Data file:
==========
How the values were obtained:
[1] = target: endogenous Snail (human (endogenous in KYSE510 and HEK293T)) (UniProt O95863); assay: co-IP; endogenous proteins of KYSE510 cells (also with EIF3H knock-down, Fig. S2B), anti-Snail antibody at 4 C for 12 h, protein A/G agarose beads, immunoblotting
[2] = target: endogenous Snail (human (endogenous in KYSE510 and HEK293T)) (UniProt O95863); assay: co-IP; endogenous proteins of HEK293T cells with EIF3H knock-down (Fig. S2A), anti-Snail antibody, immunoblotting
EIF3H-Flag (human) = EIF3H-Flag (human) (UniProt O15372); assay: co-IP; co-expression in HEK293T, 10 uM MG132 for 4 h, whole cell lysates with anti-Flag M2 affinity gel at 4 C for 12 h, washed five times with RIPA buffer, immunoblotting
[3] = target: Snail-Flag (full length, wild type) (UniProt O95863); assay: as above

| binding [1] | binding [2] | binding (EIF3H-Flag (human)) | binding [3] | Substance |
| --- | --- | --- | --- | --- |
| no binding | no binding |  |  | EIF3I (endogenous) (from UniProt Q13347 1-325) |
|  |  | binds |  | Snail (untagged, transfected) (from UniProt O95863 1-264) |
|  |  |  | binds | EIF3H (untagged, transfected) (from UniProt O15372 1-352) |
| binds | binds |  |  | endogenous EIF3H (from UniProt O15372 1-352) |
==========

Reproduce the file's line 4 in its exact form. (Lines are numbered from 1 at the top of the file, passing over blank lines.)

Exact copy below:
EIF3H-Flag (human) = EIF3H-Flag (human) (UniProt O15372); assay: co-IP; co-expression in HEK293T, 10 uM MG132 for 4 h, whole cell lysates with anti-Flag M2 affinity gel at 4 C for 12 h, washed five times with RIPA buffer, immunoblotting